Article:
Today, the last survivors. The University of Houston's College of Engineering presents this series about the machines that make our civilization run, and the people whose ingenuity created them.
I was given a curious book, and it sets me to thinking about the afterimage of the past in our lives. It's Robert Ernest Hubbard's Last Survivors. I don't suppose you've been possessed by a burning need to know who was the last living person who'd known Vincent van Gogh. But now that I've raised the question, don't you find yourself wondering? That's the sort of thing we learn here.
To see how such factoids might be useful, consider this thread of connection: Until recently, I knew a lot about Thomas Jefferson, but I had little subjective understanding of how his life and my own are connected across time. Then I realized: Jefferson's and my great-grandpa's lives overlapped by four years.
And Great-grandpa made the trek across Jefferson's Louisiana Purchase only a few decades later. Like Lewis and Clark, he even started out from St. Louis. Suddenly, real fabric connected me with Jefferson's world. History took on a new complexion.
Take a question like, "Who was the last survivor of Custer's Battle of Little Big Horn?" But there were no survivors, one might say. Well, of course there were. Custer had divided his forces into three parts and only his part was slaughtered. Lt. Charles Varnum, who rode with Major Reno, lived another sixty years. I was in first grade when he died.
Little Big Horn Sculpture (from Wikipedia)
And don't forget Indians defending their territory. Hubbard gives us Dewey Beard, a Lakota Sioux who died in 1955. That was fourteen years after Errol Flynn Played Custer in the famous historical travesty, They Died With Their Boots On. Another four years and Beard would've outlived Flynn himself.
The time spans represented by some of these people is astonishing. The last Alamo survivor wasn't one of Santa Ana's men, He was Alejo Peréz Jr. who'd been inside the fort. Then a one-year-old babe in arms, he lived 'til 1918.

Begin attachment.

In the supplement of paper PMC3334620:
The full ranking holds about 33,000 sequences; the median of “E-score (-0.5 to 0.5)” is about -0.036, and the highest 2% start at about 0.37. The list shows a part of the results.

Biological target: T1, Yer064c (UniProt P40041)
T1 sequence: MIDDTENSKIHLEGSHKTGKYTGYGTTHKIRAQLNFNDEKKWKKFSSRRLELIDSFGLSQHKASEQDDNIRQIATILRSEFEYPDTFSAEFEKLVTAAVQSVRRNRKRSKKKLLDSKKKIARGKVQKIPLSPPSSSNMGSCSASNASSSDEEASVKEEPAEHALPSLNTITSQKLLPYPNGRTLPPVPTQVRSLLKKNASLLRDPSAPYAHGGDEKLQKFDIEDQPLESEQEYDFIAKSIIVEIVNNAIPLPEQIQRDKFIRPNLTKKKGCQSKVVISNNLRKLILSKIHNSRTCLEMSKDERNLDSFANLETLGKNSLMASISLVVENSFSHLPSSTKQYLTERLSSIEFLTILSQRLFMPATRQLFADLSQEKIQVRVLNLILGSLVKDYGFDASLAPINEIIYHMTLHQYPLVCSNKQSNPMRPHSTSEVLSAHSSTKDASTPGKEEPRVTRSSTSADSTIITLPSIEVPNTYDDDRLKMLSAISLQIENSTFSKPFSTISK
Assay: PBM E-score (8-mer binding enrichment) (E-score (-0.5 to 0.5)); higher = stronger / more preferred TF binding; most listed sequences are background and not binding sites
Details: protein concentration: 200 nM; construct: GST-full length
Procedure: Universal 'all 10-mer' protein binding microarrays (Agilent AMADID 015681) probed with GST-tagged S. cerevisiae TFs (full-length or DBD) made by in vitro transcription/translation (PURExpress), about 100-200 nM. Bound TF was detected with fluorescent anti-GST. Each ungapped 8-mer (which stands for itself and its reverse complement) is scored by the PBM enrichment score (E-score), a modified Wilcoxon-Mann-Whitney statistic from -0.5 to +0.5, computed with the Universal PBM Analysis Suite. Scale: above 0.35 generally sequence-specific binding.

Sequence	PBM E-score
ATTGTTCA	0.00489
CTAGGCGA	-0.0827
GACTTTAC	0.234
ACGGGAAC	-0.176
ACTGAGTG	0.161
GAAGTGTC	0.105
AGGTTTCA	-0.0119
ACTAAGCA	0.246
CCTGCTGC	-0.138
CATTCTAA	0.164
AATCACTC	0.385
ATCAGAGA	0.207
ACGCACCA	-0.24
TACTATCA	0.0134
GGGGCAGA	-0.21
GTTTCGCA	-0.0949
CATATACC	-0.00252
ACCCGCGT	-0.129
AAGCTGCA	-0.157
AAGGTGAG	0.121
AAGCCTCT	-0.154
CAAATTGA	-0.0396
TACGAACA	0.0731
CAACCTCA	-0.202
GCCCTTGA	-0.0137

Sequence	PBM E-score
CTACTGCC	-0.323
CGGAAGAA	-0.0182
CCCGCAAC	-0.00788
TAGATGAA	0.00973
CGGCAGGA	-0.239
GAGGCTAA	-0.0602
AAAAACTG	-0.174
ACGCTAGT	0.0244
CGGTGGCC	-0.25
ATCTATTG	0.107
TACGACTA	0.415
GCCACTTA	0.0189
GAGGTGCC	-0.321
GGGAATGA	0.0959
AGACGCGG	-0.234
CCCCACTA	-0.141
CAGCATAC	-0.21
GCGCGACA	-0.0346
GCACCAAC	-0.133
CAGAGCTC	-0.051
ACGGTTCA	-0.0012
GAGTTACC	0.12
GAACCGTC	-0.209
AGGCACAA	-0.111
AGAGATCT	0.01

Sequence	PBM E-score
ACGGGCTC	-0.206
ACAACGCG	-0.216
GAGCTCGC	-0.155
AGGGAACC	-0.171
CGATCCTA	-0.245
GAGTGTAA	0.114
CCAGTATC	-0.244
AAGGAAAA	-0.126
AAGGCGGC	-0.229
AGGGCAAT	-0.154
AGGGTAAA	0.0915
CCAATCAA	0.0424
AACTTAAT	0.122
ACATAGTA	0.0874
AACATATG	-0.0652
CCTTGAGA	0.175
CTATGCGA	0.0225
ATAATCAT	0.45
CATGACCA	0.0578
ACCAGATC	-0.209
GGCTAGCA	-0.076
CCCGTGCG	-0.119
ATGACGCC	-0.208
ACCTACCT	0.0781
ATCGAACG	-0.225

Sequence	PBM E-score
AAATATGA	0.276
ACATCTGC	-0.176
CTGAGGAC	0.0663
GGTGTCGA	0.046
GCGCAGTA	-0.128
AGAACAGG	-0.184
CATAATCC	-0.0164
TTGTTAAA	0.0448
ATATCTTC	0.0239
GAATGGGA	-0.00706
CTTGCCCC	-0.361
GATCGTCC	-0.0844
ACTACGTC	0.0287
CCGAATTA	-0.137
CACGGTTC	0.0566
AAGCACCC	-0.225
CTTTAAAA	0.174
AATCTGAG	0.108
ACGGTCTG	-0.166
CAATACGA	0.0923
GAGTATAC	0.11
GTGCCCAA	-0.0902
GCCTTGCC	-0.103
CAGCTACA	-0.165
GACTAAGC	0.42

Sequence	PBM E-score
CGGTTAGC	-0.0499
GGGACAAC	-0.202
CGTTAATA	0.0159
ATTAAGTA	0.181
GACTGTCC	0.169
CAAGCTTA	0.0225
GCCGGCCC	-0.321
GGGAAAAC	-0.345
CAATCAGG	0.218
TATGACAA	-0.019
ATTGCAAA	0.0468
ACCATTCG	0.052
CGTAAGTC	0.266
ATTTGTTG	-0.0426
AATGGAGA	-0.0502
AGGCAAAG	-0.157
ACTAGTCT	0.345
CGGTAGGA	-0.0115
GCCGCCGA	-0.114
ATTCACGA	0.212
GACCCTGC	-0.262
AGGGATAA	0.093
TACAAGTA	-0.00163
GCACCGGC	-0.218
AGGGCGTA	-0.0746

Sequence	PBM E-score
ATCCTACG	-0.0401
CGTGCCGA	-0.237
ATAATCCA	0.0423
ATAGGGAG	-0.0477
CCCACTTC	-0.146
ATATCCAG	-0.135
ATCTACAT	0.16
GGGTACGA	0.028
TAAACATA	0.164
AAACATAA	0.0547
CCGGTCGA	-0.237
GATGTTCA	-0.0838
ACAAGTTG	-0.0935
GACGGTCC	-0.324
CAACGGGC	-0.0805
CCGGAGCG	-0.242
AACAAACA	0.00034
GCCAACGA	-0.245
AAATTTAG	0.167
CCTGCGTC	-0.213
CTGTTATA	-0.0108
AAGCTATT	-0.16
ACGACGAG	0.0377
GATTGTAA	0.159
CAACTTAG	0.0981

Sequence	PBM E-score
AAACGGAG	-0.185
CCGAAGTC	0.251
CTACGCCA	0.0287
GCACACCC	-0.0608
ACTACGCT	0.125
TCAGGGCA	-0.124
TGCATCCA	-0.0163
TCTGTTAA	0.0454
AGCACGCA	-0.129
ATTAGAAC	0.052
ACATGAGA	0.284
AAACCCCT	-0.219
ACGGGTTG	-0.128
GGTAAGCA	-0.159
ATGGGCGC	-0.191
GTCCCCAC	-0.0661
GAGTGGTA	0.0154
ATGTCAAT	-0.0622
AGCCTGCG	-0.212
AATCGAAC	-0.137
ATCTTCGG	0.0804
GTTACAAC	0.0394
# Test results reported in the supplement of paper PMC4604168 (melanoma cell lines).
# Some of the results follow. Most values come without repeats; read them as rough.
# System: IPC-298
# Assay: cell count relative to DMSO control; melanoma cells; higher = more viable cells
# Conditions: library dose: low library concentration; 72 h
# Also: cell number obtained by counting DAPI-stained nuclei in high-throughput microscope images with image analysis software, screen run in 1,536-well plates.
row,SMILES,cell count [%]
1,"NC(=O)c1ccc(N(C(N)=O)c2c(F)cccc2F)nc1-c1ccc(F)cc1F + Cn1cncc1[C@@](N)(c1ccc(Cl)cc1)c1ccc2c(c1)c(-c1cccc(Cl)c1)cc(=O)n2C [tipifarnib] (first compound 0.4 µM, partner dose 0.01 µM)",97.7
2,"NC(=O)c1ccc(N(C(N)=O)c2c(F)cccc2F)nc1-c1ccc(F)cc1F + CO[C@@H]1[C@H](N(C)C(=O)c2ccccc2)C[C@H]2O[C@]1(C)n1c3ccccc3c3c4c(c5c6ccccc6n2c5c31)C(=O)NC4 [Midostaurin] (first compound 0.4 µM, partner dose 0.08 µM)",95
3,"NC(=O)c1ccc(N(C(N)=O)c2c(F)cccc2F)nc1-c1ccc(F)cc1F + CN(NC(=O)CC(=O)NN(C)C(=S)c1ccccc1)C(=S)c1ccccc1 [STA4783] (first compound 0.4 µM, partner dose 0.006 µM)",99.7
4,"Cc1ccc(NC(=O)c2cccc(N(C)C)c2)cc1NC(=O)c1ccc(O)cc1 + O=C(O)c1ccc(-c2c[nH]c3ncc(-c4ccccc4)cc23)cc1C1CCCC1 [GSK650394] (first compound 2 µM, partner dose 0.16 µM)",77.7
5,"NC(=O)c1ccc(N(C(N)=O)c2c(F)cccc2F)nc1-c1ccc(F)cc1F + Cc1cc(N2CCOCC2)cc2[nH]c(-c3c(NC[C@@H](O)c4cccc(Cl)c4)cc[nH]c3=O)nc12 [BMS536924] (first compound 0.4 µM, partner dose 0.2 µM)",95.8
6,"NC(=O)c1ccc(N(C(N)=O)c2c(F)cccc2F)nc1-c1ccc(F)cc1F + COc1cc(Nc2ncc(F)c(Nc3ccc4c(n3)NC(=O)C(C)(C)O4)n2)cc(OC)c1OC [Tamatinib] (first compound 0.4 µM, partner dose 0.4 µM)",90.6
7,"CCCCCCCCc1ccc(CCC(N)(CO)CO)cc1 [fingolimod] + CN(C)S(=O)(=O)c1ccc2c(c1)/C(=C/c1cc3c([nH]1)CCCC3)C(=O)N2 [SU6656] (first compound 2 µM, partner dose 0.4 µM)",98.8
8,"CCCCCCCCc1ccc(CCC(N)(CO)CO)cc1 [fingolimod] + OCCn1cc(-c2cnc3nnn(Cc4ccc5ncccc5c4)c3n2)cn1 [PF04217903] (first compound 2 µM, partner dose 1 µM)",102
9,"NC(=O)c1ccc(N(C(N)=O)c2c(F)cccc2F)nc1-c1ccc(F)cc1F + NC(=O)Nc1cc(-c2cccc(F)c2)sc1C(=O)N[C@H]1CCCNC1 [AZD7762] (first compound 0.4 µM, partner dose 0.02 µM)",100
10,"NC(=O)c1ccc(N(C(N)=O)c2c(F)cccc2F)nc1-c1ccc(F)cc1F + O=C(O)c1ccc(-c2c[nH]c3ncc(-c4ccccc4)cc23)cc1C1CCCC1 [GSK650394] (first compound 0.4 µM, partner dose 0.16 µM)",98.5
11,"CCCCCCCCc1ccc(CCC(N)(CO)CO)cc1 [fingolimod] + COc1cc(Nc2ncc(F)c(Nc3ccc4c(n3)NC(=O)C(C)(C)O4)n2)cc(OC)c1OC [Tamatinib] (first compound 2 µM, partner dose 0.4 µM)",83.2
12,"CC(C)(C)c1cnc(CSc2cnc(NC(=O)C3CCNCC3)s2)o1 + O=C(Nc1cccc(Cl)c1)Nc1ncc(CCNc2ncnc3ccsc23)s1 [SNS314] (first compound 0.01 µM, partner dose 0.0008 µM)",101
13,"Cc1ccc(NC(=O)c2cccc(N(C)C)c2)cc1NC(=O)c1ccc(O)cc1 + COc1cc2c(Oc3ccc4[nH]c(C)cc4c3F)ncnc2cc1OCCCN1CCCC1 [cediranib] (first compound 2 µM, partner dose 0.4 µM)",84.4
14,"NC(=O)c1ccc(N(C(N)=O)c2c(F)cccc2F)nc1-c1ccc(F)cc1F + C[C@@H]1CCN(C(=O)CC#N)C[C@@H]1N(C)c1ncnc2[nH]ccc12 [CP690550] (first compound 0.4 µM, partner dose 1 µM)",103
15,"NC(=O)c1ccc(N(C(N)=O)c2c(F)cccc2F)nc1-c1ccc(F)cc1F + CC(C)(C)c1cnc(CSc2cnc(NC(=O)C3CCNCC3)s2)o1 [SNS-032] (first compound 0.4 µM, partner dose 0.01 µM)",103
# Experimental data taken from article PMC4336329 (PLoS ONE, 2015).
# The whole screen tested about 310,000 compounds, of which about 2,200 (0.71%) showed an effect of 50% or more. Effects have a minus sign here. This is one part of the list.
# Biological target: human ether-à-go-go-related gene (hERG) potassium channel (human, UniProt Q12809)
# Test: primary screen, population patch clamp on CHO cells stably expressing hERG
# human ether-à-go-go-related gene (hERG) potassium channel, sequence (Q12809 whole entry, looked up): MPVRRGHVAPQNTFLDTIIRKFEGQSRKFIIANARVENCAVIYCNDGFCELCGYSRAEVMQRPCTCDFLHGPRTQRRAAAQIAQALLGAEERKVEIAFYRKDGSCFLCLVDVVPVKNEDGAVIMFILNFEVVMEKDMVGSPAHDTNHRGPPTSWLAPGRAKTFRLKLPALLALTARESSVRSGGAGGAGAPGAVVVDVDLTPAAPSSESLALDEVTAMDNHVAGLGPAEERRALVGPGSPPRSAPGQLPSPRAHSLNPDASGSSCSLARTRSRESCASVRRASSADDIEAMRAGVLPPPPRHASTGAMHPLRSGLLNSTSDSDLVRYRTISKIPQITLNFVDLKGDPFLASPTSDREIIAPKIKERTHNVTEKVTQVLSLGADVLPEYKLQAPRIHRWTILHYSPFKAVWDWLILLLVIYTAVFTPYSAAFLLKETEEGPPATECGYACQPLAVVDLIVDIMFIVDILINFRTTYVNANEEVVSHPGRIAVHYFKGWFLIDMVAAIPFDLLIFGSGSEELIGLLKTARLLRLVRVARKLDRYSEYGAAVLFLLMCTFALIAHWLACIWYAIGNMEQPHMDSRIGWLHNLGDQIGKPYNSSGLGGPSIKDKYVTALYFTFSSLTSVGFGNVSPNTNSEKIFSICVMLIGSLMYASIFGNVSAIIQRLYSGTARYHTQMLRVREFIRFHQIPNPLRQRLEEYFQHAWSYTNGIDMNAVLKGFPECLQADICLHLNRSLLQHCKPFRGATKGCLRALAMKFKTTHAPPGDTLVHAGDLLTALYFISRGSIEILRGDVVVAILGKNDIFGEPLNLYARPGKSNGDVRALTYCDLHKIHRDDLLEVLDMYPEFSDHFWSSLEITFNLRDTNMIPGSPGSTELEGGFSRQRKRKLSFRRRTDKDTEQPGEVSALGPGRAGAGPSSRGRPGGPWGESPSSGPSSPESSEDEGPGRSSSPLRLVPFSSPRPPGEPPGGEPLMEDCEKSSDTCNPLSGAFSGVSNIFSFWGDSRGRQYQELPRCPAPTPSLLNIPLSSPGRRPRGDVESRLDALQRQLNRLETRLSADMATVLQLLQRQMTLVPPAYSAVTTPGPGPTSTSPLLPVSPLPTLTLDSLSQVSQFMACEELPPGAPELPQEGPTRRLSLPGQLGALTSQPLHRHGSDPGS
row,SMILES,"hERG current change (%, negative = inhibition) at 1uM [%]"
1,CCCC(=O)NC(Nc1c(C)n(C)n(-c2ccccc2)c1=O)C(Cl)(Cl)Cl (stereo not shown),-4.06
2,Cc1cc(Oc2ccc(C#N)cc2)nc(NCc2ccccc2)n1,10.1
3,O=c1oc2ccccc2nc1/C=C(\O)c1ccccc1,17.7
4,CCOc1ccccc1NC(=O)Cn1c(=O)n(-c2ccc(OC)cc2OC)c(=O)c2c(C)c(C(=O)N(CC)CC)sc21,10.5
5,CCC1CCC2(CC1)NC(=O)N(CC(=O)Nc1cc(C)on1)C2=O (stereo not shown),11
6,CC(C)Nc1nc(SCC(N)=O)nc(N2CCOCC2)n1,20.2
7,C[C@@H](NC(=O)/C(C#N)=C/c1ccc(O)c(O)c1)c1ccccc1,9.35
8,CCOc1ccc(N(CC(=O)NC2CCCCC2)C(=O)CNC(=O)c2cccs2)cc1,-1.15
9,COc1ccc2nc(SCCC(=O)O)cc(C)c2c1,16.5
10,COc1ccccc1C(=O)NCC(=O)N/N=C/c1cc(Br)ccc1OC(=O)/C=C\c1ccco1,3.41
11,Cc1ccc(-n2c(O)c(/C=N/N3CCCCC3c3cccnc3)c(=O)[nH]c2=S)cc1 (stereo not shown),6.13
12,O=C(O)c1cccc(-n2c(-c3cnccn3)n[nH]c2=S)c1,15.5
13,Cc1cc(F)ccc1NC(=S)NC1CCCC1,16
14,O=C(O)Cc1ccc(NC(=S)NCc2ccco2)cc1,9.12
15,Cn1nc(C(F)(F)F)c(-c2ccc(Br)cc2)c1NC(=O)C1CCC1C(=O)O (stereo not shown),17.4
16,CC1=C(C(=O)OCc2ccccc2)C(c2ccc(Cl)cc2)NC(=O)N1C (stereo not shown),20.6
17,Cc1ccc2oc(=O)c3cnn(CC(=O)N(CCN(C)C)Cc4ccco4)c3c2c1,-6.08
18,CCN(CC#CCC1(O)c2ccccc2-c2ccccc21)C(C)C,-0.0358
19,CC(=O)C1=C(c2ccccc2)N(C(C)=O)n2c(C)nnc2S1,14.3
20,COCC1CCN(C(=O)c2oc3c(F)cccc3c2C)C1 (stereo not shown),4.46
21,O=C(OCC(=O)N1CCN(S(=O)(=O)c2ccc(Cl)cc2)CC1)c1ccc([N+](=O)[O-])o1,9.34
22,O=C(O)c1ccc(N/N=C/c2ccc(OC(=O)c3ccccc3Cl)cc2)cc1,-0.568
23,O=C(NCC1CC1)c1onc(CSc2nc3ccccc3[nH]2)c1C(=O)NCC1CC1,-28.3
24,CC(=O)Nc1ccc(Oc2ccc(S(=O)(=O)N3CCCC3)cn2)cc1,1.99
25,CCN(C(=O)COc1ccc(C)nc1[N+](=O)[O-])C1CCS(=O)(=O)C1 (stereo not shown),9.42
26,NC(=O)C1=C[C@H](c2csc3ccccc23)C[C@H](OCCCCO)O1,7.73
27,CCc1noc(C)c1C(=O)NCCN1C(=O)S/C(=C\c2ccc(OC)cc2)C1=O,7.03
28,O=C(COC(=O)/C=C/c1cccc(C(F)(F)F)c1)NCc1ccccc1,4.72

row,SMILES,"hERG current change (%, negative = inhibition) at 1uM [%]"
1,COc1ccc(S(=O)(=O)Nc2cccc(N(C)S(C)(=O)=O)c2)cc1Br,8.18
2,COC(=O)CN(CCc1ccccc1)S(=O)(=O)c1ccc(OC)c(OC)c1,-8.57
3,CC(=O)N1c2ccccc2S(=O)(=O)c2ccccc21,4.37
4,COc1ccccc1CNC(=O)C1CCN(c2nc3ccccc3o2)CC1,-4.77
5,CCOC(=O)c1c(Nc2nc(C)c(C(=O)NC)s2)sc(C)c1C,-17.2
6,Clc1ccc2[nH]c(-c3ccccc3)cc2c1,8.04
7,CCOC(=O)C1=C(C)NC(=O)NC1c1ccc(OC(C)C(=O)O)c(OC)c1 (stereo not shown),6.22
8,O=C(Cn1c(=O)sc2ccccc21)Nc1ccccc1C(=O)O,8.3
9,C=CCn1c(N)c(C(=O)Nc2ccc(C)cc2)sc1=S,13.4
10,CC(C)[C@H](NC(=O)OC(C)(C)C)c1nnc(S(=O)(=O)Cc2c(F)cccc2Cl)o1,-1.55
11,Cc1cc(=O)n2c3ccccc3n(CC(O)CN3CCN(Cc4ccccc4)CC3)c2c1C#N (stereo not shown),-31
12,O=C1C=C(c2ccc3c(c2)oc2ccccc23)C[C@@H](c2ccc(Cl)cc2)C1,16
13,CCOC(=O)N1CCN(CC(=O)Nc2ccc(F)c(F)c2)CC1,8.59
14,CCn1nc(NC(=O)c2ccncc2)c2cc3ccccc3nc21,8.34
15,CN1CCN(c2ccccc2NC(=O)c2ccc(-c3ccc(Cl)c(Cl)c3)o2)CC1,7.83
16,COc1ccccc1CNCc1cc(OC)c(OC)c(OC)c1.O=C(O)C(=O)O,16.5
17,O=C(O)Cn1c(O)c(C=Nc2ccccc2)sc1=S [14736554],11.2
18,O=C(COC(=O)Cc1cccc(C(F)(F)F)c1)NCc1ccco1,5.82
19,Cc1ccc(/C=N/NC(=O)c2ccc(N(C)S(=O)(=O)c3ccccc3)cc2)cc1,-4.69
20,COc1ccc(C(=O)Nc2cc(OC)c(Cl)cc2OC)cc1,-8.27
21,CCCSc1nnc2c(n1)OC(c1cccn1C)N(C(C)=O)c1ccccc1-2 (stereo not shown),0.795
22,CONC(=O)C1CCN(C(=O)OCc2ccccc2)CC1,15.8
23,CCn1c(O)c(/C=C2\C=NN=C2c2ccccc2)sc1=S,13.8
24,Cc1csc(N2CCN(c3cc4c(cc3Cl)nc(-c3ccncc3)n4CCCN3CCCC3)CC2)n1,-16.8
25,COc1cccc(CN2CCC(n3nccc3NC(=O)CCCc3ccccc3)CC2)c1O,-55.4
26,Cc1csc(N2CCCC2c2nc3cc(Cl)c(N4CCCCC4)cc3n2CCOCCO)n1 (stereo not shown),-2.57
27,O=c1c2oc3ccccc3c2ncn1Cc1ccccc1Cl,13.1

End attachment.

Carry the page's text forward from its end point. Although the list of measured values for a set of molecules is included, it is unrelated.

The Last Civil War veteran died in 1956, but more startling is the last Civil War widow. Alberta Martin died in 2003. How could that be, you ask? Well, she was 21, and a widowed mother, when she made her marriage of convenience to 82-year-old Civil War veteran William Jasper Martin. When Martin died four years later, the now-twice widowed Alberta married his grandson.
So many last survivors -- of the Titanic, the Johnstown Flood, the Bounty -- of marriage to Henry VIII. Oh yes, the last surviving person who knew van Gogh was Jeanne Calment of Arles. At 122, she was the oldest living person on Earth when she died in 1997.
We might view this book as just one more long list. But it helps me catch the continuity of life -- to link then with now. It leaves me asking myself, "Who'll be the last survivor to've known any of you, listening to me now?" Will that person see the year 2200, or our colony near Alpha Centauri? We're linked across time, more than we first think. And the wonder of that leaves me smiling.
I'm John Lienhard, at the University of Houston, where we're interested in the way inventive minds work.
R. E. Hubbard, Last Survivors. (San Diego, CA: Aventine Press, 2005).
Jeanne Calment at 119, courtesy of Wikipedia: https://en.wikipedia.org/wiki/Jeanne_Calment